Greenspan, like Krugman, doesn’t buy into the hype of an imminent entitlement crisis. Neither economist foresees the U.S. Treasury defaulting on its commitment to America’s retiring taxpayers. And both have little confidence in the system’s long-term financial solvency. Indeed, their reasoning runs almost parallel until we arrive at 2018 — the year the system’s benefit payouts begin to exceed incoming tax revenue.

Here’s where Krugman banks on the “trust fund” — the excess payroll income the government has amassed over years of collection. In a Jan. 4 column he wrote, “When benefit payments start to exceed payroll tax revenues, Social Security will be able to draw on that trust fund. And the trust fund will last for a long time: until 2042, says the Social Security Administration; until 2052, says the Congressional Budget Office; quite possibly forever, say many economists.” Comforting, right?

Problem is, there is no trust fund — at least not the kind Krugman would have you envision. If you’re trying to conceptualize it, get that large pot of cash the government can dip into at its leisure out of your head. Instead, picture an empty bank account. As I said, there is no trust fund.

Unlike private plans in which pensions are invested in real financial assets, the government converts its payroll receipts into special-issue bonds — IOUs to the Social Security trust fund. These accounting entries take place solely for the sake of bookkeeping, and at no point does the trust fund see a hint of liquidity. Treasury pockets the money in an agreement to pay back the principal, plus some marginal interest, when the bond matures. Never having changed hands, the borrowed revenue is integrated into normal budget appropriations, and as characteristic of the Bush administration, hemorrhaged from Treasury coffers. The trust fund is empty, and as Greenspan points out, this pay-as-you-go system “creates no savings; it merely transfers from taxpayers in any particular period to beneficiaries.”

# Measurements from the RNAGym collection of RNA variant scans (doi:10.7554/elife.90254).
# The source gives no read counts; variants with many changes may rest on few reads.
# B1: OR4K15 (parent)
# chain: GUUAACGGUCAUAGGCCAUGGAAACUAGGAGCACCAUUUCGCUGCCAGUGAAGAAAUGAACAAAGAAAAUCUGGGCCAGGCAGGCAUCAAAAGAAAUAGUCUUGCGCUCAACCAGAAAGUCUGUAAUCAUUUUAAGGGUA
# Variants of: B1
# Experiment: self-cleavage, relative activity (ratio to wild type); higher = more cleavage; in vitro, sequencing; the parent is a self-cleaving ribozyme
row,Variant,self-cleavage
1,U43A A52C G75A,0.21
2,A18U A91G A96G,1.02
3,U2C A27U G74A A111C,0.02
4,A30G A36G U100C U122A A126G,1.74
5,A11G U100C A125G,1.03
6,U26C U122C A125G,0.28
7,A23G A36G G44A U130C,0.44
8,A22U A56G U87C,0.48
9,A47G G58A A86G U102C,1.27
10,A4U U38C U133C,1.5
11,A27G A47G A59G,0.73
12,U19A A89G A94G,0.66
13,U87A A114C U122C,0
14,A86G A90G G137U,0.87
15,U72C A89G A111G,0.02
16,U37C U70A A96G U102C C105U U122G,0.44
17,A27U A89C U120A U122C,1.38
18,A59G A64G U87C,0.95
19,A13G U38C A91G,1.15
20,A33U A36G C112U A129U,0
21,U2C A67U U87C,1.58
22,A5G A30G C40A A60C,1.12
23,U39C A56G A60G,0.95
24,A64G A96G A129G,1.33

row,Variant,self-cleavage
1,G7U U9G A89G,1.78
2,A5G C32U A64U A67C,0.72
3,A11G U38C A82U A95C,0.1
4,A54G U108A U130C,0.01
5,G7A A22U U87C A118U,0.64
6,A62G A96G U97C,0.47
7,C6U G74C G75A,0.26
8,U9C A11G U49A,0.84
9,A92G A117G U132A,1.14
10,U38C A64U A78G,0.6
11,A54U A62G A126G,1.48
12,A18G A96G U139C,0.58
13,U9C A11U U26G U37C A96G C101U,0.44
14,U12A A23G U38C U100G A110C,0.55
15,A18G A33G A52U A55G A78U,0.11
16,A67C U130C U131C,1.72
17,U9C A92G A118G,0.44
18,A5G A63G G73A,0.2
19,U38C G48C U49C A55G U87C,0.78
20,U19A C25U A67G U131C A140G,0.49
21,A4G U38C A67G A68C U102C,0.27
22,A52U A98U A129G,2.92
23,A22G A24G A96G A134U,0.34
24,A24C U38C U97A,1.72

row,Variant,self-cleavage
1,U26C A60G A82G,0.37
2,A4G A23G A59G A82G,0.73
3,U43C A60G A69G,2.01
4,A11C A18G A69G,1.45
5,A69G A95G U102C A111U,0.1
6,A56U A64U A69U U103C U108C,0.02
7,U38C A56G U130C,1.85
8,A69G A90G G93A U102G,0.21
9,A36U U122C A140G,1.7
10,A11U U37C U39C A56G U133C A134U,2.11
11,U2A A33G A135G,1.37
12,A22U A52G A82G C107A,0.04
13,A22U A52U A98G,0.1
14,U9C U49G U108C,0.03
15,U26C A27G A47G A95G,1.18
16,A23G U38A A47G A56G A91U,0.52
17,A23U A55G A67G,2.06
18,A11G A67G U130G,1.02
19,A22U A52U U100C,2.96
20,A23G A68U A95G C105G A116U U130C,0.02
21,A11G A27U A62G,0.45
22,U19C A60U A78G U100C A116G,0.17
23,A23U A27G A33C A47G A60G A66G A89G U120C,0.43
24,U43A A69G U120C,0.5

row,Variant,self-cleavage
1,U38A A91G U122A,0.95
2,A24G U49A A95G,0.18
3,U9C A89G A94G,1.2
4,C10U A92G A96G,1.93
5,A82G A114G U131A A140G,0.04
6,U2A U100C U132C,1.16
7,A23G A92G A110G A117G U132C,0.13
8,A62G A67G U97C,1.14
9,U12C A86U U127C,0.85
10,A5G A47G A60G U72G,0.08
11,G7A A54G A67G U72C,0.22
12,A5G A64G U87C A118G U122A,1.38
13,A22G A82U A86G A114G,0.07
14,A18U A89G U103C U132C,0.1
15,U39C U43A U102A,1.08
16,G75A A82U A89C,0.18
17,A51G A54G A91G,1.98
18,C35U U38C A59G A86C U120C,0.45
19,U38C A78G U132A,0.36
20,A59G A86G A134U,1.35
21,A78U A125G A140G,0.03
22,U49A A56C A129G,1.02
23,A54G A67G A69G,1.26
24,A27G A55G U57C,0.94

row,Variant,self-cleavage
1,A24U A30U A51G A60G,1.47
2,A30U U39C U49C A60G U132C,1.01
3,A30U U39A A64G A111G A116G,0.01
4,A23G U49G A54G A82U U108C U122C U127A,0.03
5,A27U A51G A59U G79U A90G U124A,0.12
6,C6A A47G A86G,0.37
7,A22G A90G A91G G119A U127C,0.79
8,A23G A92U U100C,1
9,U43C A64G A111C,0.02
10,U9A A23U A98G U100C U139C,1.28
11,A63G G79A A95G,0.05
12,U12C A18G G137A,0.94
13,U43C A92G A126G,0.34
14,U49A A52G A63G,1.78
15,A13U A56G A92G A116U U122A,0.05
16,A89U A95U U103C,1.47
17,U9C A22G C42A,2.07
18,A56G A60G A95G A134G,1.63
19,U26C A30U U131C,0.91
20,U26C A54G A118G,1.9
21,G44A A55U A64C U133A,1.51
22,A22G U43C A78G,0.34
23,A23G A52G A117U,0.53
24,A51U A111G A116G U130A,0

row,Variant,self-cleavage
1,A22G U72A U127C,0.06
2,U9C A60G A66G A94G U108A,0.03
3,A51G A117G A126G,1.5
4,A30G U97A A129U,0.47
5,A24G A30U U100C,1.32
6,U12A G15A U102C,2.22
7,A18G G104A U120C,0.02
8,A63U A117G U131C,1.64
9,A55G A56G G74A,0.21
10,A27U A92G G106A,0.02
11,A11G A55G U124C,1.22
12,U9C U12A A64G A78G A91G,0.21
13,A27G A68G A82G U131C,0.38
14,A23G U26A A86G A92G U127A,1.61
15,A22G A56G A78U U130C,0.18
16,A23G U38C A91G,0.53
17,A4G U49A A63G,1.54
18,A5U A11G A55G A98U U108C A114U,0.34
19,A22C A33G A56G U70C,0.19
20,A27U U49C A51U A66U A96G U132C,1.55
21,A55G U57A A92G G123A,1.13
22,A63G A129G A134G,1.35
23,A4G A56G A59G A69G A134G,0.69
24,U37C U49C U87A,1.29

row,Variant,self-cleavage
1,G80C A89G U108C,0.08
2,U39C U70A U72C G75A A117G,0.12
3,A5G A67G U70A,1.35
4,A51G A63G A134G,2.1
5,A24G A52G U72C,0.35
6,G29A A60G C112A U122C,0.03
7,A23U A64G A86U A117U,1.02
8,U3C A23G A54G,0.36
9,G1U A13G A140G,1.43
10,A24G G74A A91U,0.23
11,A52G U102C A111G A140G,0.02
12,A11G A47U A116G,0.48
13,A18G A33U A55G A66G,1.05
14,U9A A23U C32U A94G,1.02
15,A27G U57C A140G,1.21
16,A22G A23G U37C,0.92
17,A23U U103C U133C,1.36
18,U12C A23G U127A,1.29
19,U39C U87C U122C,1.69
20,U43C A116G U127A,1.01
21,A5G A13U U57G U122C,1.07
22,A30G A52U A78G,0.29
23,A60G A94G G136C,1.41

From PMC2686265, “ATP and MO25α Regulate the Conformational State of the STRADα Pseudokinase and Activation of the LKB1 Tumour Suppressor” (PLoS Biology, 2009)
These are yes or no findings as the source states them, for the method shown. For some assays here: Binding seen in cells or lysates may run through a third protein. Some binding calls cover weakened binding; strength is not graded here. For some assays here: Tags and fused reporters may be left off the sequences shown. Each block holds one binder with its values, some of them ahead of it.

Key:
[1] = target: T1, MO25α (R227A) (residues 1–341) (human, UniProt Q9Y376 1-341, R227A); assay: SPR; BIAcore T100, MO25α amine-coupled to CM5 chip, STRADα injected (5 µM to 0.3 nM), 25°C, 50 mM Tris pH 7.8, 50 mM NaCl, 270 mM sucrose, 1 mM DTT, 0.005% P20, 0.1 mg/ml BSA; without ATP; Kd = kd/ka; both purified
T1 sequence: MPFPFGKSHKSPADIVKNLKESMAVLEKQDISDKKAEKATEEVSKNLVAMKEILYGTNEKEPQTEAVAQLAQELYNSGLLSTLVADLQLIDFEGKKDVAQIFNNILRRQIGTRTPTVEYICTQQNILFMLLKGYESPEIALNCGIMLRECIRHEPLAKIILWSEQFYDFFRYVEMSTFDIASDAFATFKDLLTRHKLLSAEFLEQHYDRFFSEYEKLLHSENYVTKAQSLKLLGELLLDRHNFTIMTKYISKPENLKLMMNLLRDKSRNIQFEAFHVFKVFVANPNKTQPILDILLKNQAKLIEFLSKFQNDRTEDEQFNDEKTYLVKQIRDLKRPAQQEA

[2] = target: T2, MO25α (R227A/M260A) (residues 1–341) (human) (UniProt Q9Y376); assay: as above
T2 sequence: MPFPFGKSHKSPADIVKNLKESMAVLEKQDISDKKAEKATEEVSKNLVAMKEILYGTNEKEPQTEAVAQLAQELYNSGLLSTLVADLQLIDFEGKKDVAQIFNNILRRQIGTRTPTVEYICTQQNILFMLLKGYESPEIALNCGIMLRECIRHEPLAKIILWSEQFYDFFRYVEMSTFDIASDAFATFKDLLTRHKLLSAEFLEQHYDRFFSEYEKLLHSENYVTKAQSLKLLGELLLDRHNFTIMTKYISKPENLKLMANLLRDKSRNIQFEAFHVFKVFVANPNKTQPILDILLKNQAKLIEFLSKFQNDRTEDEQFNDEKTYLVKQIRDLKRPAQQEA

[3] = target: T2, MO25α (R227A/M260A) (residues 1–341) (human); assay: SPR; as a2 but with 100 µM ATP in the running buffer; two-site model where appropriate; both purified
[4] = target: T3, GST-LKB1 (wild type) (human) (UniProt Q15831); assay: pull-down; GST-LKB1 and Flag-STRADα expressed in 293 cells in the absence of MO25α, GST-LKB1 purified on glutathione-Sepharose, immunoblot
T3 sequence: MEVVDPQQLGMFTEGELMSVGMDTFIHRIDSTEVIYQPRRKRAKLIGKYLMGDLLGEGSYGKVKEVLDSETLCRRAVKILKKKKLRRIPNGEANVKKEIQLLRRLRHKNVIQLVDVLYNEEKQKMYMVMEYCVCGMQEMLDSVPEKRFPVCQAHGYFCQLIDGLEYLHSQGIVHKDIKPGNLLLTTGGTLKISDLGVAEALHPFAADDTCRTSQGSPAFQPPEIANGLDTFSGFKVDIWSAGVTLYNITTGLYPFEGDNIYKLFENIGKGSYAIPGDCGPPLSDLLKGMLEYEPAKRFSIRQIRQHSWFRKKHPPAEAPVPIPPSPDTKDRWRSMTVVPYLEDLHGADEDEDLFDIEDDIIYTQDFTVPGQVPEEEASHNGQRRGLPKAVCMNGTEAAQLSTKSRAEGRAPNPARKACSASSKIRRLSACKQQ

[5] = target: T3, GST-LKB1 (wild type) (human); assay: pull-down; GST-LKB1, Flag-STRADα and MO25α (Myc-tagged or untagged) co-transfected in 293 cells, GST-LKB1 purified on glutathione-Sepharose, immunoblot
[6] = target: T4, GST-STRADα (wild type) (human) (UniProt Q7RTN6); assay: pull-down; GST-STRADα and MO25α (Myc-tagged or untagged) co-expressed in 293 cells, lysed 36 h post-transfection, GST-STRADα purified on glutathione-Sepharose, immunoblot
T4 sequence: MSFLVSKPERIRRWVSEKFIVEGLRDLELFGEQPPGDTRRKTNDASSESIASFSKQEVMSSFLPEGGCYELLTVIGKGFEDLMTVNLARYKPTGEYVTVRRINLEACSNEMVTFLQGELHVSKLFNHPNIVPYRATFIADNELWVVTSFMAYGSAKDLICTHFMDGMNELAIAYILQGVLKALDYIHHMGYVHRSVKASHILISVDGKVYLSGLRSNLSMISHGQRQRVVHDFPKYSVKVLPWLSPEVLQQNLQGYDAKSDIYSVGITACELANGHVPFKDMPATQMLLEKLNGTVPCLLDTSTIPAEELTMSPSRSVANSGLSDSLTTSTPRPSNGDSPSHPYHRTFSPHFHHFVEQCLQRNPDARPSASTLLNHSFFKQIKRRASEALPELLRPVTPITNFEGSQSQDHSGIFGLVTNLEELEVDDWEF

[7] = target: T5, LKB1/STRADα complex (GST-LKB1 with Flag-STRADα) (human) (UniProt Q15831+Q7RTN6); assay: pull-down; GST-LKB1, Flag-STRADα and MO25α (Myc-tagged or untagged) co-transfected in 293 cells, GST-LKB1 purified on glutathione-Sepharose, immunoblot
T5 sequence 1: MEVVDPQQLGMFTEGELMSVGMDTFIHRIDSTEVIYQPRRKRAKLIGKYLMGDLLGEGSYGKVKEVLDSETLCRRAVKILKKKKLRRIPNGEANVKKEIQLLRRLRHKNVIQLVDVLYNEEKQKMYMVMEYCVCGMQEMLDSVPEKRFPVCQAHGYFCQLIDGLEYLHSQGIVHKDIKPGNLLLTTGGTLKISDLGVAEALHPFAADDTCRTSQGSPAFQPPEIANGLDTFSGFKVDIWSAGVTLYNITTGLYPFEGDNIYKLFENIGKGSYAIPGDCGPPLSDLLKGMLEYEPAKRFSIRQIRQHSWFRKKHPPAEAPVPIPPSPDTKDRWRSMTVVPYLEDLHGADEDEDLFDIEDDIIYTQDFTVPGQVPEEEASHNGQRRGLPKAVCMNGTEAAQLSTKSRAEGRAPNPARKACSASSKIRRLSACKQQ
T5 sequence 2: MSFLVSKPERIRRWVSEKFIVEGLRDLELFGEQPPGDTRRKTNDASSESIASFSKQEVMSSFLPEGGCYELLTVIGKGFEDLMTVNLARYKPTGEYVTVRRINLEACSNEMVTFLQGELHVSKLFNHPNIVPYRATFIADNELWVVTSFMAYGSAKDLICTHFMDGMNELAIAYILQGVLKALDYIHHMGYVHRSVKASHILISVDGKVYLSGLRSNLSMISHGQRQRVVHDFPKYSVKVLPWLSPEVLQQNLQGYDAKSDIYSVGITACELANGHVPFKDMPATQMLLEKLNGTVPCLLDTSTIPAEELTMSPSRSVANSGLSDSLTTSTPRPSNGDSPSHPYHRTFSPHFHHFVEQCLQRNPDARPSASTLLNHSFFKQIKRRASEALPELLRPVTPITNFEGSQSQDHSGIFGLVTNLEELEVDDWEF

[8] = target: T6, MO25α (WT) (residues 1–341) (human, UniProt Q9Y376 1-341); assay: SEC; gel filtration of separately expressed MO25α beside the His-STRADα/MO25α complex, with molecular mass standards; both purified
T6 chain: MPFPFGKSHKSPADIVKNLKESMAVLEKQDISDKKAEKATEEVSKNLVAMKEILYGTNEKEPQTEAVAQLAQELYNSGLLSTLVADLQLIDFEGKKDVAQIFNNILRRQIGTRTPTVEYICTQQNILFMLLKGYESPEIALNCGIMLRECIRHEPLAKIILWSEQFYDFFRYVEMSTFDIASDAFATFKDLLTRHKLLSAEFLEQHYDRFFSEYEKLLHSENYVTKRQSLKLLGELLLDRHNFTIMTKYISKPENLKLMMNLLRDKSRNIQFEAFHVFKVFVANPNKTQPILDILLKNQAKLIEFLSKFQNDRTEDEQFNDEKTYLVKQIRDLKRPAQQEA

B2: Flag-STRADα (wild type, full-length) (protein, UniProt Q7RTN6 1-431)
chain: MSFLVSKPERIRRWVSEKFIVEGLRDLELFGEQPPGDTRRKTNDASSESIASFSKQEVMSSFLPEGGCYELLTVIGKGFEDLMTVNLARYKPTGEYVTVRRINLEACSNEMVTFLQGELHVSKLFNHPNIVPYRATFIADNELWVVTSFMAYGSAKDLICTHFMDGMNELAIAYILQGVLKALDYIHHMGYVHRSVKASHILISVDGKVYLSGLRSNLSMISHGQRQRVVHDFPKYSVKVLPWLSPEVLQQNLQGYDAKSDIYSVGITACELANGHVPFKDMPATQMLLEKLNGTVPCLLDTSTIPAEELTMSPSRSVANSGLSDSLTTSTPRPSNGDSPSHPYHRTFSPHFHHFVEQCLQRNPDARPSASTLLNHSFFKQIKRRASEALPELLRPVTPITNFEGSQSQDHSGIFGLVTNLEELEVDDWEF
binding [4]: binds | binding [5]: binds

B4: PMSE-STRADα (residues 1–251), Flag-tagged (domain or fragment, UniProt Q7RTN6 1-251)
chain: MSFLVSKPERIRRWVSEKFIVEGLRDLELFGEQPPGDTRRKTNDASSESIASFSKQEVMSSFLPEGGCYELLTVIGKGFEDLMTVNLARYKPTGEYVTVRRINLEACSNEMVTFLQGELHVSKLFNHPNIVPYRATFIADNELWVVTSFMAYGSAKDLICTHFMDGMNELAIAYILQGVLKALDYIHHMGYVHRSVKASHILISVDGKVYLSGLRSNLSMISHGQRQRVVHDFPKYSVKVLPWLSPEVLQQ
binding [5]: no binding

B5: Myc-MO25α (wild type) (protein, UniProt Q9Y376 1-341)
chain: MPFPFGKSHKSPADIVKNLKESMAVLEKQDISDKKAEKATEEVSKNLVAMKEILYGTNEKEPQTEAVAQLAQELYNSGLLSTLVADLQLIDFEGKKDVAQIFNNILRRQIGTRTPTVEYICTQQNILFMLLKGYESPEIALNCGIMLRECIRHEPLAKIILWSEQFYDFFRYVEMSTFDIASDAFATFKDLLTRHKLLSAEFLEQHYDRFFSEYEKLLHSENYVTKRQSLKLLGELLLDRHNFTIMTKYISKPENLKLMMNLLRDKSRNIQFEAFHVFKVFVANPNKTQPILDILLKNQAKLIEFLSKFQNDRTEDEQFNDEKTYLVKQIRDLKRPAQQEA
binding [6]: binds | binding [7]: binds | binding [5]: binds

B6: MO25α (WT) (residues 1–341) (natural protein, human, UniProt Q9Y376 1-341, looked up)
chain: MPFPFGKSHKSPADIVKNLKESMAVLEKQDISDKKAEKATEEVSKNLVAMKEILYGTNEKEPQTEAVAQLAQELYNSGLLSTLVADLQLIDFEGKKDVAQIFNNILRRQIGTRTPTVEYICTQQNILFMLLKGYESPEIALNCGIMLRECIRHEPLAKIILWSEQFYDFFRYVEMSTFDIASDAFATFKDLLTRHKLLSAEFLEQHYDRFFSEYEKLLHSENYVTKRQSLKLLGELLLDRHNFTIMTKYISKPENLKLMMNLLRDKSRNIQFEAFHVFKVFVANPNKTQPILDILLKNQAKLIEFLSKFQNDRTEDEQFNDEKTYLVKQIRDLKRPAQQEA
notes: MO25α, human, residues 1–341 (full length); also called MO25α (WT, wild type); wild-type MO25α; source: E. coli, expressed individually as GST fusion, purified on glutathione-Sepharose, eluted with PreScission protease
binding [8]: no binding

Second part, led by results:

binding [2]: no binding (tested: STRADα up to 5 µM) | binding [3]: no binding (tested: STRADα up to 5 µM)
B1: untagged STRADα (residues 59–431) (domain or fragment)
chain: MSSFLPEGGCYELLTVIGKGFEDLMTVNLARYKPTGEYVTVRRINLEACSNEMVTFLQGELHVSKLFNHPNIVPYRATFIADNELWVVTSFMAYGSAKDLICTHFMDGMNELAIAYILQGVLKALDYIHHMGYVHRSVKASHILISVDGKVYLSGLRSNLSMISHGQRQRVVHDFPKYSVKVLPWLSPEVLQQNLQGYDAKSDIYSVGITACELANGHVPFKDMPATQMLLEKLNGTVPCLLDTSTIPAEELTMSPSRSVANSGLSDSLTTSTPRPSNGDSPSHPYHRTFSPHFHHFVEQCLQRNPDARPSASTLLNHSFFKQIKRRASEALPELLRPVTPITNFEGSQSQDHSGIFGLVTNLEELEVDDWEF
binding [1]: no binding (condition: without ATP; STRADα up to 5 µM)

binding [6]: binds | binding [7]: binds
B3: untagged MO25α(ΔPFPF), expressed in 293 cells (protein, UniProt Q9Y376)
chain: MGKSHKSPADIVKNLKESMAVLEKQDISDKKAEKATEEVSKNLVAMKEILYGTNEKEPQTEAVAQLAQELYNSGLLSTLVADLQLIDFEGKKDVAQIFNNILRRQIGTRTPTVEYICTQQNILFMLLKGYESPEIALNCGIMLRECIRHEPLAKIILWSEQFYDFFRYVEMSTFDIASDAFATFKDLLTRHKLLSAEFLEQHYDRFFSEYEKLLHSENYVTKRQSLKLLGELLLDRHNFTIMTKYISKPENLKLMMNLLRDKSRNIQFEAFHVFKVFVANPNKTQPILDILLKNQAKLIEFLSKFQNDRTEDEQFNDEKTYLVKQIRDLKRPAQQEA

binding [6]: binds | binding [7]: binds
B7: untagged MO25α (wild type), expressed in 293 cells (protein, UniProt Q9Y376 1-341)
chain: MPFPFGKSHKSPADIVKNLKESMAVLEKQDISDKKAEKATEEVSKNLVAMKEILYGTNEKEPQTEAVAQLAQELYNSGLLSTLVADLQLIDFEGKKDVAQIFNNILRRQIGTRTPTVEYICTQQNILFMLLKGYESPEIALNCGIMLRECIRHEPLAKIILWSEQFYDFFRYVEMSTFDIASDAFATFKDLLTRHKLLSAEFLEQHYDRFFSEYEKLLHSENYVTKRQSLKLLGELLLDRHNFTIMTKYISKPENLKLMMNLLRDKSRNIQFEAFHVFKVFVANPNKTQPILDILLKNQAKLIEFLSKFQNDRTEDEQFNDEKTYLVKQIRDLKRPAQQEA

Krugman is right that Social Security still has its breathing space. But in his crusade to discredit the virtues of privatization, he’s managed to whitewash most of the current system’s financial aggravation. Social Security, as Greenspan argues, may be able to safely parachute its way into the middle of the century — the United States Congress, however, cannot.

As long as the Department of Treasury remains standing, benefit payments will be protected by the full faith and credit of the U.S. currency. But when the first payload of Treasury securities is activated in 2018, the brunt of the debt burden will fall on lawmakers in Washington. More likely than not, according to the CATO Institute, taxpayers will have to swallow a 50 percent increase in the size of the payroll tax – that’s tantamount to 12 percent of an individual’s average annual income. If it’s not the payroll, it will be the general income tax, or a screeching halt to discretionary spending, or more federal borrowing. The money will have to come from somewhere, and it will have to arrive in the hundreds of billions.

Whether Krugman will wait until 2018 to own up to his misapprehensions remains to be seen. Whenever he does, I just hope Alan Greenspan is on a beach somewhere, laughing.


Singer can be reached at singers@umich.edu.

Leave a comment

Your email address will not be published. Required fields are marked *